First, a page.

So what is it and how does it work? Read on to find out and see if it's a viable alternative for you.
In a traditional home staging, professionals add and arrange furniture, artwork, and other decor pieces in rooms to make them look their best—an effort to entice buyers to make an offer. It's like dressing up the home to make it look stunning for listing photos and house tours.
Virtual staging, on the other hand, is a process where stagers or designers take digital photos of the rooms, then use photo-editing softwares and tech platforms to digitally add gorgeous furnishings and accessories. The method can make an empty (or a bady furnished) room look like it has been artfully staged. Some platforms can even do virtual renovations, like revamping a room with a new wall color or digitally erasing a peeling wallpaper, to enhance the home’s overall appeal.
It helps potential buyers visualize what could be in the room. Especially for vacant homes or empty properties (more on this later), virtual staging helps potential owners visualize themselves living in it. It helps them imagine what each room could be like or look like once they move in.
Virtual stagers can decorate your home in any style you like. Unlike in traditional home staging where there's usually a limit to the variety of interior furnishings and decor that can be used to spruce up your home, a virtual staging service can provide a vast portfolio of furnishing options so your home can be styled in any way you like. Designers of this trend usually have no limits and are constantly updated with the newest interior design trends.
Virtual staging is also a good idea if you know the personal preferences of your prospective buyers and want to create a customized look for them.
It's more cost-effective than traditional home staging. Virtual staging is usually much cheaper than traditional staging, and it’s also a flat fee. According to Redfin, it costs somewhere between $39 and $199 per room, depending on the location and the amount of space you need staged. Traditional staging can cost several hundred dollars per month, depending on many factors. Just remember that each method has its pros and cons, and there are many things you need to consider aside from the price, depending on the property that needs to be staged.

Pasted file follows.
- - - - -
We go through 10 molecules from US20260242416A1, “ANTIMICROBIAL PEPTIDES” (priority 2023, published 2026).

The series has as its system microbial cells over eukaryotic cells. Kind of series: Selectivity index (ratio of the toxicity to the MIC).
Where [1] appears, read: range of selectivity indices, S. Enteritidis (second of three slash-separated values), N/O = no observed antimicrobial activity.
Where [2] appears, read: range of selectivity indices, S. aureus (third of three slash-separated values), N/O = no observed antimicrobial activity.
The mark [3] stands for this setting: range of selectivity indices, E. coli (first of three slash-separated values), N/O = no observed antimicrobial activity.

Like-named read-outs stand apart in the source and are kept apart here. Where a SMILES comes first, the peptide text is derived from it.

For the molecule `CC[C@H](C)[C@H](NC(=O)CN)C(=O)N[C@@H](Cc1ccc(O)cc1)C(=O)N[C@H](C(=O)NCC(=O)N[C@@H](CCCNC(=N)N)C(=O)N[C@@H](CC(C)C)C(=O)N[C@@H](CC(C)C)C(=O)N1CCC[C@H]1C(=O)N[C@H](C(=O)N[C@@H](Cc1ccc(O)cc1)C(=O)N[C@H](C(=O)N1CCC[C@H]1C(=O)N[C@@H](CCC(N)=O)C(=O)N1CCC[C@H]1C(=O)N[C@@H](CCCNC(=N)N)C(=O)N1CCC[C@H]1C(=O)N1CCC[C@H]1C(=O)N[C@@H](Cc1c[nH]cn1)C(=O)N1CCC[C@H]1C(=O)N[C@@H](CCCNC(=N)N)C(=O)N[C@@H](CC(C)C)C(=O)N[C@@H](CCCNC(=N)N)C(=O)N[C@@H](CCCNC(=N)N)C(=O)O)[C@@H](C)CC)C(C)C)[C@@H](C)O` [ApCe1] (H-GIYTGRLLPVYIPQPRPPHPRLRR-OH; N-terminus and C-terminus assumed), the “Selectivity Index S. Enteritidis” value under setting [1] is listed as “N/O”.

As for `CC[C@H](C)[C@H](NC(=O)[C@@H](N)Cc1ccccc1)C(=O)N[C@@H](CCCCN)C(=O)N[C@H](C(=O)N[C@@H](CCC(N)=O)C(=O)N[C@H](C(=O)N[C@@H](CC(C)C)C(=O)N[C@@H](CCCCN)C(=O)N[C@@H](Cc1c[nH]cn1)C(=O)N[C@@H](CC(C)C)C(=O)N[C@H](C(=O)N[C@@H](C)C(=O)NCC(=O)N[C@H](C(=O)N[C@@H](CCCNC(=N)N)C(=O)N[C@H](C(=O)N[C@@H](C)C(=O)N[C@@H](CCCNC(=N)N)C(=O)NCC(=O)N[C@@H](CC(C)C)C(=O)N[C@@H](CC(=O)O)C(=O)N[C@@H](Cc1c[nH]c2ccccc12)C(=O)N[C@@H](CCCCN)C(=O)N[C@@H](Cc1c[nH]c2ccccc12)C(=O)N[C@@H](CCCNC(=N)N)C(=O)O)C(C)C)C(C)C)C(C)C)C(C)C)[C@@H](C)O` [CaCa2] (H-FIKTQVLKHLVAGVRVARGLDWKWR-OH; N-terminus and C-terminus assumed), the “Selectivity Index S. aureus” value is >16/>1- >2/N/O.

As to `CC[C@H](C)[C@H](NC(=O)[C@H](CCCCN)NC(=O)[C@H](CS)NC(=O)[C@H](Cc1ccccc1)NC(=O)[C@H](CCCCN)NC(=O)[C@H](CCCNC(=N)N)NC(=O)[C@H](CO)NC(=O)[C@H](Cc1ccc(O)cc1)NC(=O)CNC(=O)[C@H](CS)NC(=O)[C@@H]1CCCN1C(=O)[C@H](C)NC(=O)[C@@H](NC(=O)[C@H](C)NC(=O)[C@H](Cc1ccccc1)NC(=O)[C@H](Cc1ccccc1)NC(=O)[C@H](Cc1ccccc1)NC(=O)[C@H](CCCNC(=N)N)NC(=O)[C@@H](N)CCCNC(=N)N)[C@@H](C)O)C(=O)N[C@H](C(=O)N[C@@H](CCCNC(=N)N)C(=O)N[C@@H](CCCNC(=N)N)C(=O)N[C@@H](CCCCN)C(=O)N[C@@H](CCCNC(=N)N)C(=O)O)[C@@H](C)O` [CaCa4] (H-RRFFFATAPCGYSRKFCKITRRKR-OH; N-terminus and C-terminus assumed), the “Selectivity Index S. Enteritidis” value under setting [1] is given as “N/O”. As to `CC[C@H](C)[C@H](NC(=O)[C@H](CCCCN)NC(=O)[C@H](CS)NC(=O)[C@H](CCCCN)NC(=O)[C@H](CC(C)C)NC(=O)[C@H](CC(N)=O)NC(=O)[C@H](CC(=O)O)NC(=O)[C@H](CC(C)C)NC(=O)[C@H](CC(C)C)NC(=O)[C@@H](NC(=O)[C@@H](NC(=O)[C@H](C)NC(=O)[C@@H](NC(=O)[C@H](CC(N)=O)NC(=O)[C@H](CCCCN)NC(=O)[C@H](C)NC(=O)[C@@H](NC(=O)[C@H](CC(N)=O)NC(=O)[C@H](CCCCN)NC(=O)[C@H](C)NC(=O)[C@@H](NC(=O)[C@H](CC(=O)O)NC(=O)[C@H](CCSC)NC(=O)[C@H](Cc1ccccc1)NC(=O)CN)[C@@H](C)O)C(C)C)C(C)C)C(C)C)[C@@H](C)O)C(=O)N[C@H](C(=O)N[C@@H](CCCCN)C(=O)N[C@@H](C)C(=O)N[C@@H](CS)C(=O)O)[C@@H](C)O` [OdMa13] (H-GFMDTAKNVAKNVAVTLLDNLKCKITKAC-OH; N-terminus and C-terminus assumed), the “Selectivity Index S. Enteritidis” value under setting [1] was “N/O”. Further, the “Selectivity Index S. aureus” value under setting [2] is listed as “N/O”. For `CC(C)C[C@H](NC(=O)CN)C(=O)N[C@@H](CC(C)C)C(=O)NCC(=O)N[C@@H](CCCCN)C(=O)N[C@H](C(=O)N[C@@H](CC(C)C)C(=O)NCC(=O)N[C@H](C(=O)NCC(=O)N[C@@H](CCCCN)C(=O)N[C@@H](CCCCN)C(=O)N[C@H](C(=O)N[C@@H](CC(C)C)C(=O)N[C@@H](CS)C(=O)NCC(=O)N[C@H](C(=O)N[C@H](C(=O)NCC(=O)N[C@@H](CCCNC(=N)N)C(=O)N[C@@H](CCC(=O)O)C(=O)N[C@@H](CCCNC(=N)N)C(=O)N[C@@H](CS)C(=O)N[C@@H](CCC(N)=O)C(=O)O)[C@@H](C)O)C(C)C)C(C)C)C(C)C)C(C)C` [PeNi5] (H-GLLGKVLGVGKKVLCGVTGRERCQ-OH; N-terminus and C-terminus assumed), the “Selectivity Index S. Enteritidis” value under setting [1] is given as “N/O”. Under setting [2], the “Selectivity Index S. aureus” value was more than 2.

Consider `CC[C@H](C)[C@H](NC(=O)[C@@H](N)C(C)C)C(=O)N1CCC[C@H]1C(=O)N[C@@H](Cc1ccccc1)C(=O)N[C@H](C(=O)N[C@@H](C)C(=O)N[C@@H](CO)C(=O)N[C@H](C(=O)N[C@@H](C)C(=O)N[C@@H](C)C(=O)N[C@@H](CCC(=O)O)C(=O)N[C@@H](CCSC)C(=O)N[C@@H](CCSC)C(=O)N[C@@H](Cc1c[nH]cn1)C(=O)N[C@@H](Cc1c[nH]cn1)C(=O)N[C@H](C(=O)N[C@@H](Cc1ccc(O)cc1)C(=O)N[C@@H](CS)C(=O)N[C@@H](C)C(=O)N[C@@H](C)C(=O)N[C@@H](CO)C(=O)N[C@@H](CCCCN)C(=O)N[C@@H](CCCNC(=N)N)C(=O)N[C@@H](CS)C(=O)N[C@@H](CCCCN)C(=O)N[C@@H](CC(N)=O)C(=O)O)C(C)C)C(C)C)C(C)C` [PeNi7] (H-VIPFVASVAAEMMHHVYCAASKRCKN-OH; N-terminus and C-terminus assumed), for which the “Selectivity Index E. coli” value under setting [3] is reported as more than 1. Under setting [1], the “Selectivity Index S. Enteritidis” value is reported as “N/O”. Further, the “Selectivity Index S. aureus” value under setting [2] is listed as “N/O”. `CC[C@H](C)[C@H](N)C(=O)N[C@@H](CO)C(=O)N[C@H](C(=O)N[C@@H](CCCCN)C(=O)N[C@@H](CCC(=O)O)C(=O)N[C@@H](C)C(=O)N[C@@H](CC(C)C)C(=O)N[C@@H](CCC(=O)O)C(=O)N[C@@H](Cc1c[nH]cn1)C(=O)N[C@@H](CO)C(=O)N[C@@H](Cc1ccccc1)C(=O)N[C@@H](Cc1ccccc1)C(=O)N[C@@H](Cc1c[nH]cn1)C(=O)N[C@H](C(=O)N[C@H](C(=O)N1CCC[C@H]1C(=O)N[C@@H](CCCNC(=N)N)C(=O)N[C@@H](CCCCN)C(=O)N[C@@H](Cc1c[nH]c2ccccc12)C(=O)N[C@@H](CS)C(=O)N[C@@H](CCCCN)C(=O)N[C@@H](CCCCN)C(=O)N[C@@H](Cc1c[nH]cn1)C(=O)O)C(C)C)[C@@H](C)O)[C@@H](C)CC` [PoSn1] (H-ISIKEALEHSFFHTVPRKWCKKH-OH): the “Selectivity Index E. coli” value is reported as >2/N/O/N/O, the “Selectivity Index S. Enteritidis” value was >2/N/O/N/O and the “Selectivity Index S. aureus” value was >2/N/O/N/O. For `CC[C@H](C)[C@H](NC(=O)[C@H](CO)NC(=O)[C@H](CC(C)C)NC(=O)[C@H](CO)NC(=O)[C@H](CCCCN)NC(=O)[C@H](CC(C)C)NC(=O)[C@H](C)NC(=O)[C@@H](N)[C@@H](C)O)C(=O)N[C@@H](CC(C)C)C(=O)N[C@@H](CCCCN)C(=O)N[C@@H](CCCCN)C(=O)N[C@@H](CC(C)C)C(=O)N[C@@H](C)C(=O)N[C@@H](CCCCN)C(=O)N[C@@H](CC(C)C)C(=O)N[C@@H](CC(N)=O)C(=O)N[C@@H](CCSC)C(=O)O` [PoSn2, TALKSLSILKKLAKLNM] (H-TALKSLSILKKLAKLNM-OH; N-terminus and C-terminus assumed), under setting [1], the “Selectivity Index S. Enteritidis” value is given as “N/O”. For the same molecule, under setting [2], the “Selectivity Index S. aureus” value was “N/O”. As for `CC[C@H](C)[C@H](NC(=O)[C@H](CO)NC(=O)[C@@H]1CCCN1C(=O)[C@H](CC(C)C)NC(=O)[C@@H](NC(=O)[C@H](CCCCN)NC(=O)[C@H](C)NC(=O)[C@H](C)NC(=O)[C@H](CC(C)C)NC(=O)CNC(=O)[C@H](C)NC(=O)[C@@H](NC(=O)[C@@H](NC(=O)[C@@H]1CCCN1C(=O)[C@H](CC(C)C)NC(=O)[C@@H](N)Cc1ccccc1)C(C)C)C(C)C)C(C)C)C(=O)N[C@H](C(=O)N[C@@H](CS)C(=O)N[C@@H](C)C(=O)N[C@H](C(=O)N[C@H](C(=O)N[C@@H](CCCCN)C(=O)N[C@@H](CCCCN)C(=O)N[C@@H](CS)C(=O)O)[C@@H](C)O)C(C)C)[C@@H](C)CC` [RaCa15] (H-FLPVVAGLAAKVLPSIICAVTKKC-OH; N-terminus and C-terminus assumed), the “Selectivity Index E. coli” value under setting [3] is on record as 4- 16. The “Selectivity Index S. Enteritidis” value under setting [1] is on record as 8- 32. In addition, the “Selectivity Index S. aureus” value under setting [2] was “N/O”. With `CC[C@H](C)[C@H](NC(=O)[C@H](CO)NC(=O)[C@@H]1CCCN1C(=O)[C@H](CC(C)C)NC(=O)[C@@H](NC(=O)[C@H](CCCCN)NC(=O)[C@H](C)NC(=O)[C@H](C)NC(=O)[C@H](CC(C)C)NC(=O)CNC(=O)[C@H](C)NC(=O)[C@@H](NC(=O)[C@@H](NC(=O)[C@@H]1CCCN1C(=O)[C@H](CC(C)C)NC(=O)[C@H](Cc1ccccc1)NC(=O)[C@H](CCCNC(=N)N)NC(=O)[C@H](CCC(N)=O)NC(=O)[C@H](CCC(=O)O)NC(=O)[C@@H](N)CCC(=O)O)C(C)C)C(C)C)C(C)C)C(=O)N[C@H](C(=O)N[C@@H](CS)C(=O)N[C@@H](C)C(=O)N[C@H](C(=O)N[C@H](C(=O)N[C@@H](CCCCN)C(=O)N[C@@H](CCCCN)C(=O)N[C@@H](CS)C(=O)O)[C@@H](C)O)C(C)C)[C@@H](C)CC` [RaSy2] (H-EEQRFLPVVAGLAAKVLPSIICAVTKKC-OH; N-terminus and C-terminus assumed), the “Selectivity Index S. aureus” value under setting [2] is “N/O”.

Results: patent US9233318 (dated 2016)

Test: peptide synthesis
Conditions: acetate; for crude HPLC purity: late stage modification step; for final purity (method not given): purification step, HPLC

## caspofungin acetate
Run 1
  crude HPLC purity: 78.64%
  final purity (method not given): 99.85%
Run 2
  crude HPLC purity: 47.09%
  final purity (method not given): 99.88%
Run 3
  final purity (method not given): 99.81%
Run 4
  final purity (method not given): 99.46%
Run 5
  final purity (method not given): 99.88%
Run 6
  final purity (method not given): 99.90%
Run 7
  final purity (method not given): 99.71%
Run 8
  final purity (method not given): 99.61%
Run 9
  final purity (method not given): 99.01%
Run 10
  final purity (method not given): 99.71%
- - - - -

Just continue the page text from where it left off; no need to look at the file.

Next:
It's perfect for vacant homes. Virtual staging can be very useful if done properly in empty houses, from which the seller might have already moved out. Another scenario is if the property is inherited. Showing vacant rooms could make it harder for buyers to conceptualize how they can make use of the space. But when a room is virtually staged, it gives potential buyers an idea on how and where to place furniture and other decorations.
It’s also best for homes with outdated furniture, or even properties with tenants in them, where the landlord or homeowner has little control over the space’s appearance.
It saves time in marketing the listing. Because everything is being done on a computer, the process is a lot quicker when it comes to virtual staging. There's no need for your home to be assessed first to get an estimate, and then find appropriate furniture and rent them out. It’s also a huge benefit to sellers who are still in the middle of renovating their home because they don’t have to wait until it’s completed for the realtor to be able to post listing photos and begin to market the home.
Limitations, concerns, and reminders about virtual staging
Can it be categorized as false advertising because of the misleading photos?
This is probably the biggest concern about virtual staging so it's helpful to be aware of certain ethical boundaries. In the process of staging virtually, your home can be shown in its best light based on your target buyer. But it doesn’t mean that they can add something in the home that doesn’t exist, or remove something permanent in the home, such as a water tank. Just think of virtual staging as simply “reimagining” your home being styled with the latest design trends or decor.
Transparency is the key.
It's important to clearly note on the online property listing that the photos have been virtually enhanced. This will help avoid prospective buyers from feeling tricked when they go tour the home and see rooms that look nothing like the photographs they saw online. Your real estate agent will also give them a heads-up about the rooms being virtually staged so they won’t look the same in reality. They can provide buyers with both photos of empty rooms as well as the staged rooms so they will know what to expect. This gives them the ability to see the home with or without furniture, and even decide where furniture should be placed once they already own the home.
Hire a good virtual staging company.
Virtually staging photos for real estate is also tricky. The images should be exceptionally realistic that buyers won't know at first glance that they’re digitally enhanced. Thankfully, with the technology available today virtual staging no longer looks fake. The most challenging part comes when they overdo furniture and other decorative elements.